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The teacher leadership framework gives actionable insights for educators who want to be teacher leaders.

 

To deliver exceptional instruction to students, schools need teacher leaders. What does it mean to be a teacher leader? The definition of teacher leadership is multifaceted, including a combination of knowledge and skills, dispositions, and roles and opportunities.

Knowledge and Skills

To become a teacher leader, you need to develop a diverse body of knowledge and a variety of skills. These skills, abilities, and knowledge can be separated into the following five categories.

Working with Adult Learners: Teacher leaders know how to take a caring stance, develop cultural competency, and build trusting relationships. You should also know how to facilitate professional learning for teachers. This requires the ability to use reflection strategically, structure dialogue and discussion, and engage adult learners.

Communication: Teacher leaders build relationships through communication. This requires objectivity, exceptional cultural competency, and the ability to facilitate healthy, productive discussion. Technical skills are also a main component of the teacher leader’s communication toolkit. Such skills include deep listening, the ability to manage large and small group interaction, and the capability to facilitate learning-focused discussions.

Collaboration: Collaborative and organizational skills are crucial if you want to be a teacher leader. Collaborative skills like conflict resolution, modeling, sharing responsibility, and matching language to the situation are all vital. Teacher leaders can also collaborate effectively because of their organizational skills. You should be able to facilitate and document meetings, while delegating responsibility.

Knowledge of Content and Pedagogy: To be a teacher leader, you must personally use effective pedagogical strategies in the classroom. It is also important that you have a strong subject matter knowledge and the ability to analyze content and pedagogical strategies.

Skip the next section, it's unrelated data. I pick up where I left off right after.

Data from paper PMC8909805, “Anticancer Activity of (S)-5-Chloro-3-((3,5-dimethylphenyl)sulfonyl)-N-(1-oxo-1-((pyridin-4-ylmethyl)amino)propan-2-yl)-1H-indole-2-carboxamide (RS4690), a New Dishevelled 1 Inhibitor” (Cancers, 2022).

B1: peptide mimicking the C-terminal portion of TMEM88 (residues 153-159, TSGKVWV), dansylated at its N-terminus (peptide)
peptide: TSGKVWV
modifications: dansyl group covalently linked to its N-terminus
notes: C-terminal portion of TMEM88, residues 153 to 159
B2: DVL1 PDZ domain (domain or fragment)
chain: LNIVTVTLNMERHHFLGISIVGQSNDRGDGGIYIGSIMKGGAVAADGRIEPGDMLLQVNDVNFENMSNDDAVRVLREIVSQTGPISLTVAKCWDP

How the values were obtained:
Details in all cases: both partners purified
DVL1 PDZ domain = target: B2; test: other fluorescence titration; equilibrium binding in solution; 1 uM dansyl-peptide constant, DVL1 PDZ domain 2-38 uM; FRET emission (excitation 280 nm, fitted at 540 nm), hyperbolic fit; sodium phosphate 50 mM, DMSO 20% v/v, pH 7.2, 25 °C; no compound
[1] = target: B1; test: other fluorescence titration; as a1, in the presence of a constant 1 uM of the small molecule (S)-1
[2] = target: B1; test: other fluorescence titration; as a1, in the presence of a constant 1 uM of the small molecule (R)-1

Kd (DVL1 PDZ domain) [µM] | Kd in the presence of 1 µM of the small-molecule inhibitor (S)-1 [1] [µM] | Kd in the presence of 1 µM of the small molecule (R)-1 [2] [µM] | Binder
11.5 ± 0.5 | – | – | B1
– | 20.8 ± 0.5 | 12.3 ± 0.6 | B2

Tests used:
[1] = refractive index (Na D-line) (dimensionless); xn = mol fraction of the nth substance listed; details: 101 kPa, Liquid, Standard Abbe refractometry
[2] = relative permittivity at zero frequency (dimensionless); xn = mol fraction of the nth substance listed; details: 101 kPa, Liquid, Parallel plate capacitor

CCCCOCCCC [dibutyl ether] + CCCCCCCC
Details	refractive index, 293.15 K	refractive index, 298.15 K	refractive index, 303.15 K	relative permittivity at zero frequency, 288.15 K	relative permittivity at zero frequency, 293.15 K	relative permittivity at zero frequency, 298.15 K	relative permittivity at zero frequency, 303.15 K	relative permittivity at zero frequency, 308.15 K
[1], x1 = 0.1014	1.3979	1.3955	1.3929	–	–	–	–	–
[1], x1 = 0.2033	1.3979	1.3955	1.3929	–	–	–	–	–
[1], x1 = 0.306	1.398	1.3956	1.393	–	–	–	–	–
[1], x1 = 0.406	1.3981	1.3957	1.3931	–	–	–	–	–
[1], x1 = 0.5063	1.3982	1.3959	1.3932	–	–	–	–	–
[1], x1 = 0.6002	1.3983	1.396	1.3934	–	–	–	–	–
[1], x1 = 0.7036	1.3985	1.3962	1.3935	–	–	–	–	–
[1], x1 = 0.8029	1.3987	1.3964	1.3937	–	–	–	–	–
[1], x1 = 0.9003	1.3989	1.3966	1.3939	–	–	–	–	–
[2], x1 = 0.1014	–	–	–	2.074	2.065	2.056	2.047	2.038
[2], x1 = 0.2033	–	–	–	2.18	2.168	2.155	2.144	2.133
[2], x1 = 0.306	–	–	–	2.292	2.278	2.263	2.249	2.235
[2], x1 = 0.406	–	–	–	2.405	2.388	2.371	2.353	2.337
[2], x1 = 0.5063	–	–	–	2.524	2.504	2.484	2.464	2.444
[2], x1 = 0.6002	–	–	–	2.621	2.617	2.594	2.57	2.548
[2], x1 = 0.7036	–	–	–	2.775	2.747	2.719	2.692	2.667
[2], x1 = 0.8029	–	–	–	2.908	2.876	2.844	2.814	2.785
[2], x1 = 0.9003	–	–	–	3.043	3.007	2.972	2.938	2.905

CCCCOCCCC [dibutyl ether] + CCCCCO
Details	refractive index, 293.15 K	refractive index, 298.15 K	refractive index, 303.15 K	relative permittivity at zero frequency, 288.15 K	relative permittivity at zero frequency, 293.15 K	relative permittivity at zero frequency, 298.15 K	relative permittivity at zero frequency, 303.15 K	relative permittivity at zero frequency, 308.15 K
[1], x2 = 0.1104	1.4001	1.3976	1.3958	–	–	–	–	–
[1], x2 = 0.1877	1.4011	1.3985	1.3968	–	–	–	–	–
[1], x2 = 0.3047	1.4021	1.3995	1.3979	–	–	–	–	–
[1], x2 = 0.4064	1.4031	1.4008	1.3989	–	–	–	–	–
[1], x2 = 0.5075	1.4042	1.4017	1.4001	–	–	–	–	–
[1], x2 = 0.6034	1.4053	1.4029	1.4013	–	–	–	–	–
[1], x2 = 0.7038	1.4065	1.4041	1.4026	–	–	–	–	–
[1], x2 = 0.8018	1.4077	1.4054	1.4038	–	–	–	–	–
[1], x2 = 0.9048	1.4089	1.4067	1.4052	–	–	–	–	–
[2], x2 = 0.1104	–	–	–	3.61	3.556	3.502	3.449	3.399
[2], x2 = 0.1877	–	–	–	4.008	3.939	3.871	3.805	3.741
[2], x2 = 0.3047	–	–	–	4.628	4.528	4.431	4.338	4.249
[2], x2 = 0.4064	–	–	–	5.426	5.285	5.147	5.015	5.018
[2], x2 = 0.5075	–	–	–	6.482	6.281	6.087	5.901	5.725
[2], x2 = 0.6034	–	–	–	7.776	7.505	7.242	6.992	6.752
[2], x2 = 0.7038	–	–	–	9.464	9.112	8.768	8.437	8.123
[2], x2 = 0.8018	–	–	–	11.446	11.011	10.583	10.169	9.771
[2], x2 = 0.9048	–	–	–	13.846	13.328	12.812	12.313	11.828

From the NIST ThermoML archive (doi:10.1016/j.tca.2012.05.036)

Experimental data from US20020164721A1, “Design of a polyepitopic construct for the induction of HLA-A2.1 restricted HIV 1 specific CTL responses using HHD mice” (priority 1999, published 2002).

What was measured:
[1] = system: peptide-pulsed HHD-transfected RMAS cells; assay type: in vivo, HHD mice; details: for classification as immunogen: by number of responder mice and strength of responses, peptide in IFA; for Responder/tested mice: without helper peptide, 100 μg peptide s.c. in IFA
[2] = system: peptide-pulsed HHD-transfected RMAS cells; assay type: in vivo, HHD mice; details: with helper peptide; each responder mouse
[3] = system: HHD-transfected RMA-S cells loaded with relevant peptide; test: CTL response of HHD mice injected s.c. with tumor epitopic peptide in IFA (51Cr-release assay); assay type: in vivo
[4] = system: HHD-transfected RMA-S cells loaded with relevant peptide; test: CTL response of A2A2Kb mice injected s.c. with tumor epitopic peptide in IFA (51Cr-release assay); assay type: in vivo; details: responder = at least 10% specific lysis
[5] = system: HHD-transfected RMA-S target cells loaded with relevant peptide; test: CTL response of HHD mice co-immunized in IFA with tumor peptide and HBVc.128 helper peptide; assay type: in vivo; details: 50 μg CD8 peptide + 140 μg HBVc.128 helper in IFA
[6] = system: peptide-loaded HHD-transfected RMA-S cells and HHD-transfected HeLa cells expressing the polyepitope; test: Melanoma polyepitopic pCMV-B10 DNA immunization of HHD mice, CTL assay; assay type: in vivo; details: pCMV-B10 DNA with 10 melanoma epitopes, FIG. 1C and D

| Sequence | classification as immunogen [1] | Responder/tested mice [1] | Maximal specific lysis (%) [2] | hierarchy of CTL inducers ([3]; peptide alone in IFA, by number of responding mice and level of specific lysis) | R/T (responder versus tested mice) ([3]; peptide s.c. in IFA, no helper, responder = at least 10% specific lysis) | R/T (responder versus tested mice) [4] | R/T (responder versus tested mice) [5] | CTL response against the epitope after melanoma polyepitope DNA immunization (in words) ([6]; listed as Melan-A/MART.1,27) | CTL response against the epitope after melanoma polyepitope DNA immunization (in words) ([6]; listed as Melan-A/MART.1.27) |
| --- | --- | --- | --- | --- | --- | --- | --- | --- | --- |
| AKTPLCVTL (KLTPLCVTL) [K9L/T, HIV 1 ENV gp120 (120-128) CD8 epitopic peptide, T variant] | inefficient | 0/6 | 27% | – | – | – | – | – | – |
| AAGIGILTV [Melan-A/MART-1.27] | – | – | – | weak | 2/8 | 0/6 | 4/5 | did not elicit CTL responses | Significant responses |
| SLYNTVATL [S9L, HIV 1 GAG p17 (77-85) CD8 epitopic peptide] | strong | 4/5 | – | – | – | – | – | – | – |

Systems Thinking: Given the complexity of school systems, a true teacher leader can understand power structure and decision making in context. You should know how to deal effectively with resistance and how to garner support from stakeholders.

Dispositions

Teacher leaders share a common set of attitudes and beliefs about education. To be an effective teacher leader, you should:

  • Combine teacher learning with student learning;
  • Value the work of learners;
  • Accept and act on constructive feedback;
  • Possess the courage to take risks;
  • Honor all perspectives;
  • Presume all stakeholders are working in the best interest of students;
  • Value professional expertise;
  • Foster community;
  • Know when to compromise;
  • Admit when you’re wrong;
  • Engage in honest communication;
  • Desire to work with adults;
  • Motivate others with your own passion;
  • Engage in reflective examination;
  • Support the growth of others;
  • Enjoy challenges;
  • See the bigger picture; and
  • Embrace the opportunity to work with diverse views.

Roles and Opportunities

The Center for Strengthening the Teaching Profession has identified more than 40 different roles held by teacher leaders. The five main categories include Instructional/Curriculum Specialists, Advocates/Partners, Classroom Supporters, and School Leaders. These roles allow teacher leaders to make a meaningful impact in their schools and in their communities as a whole.

 

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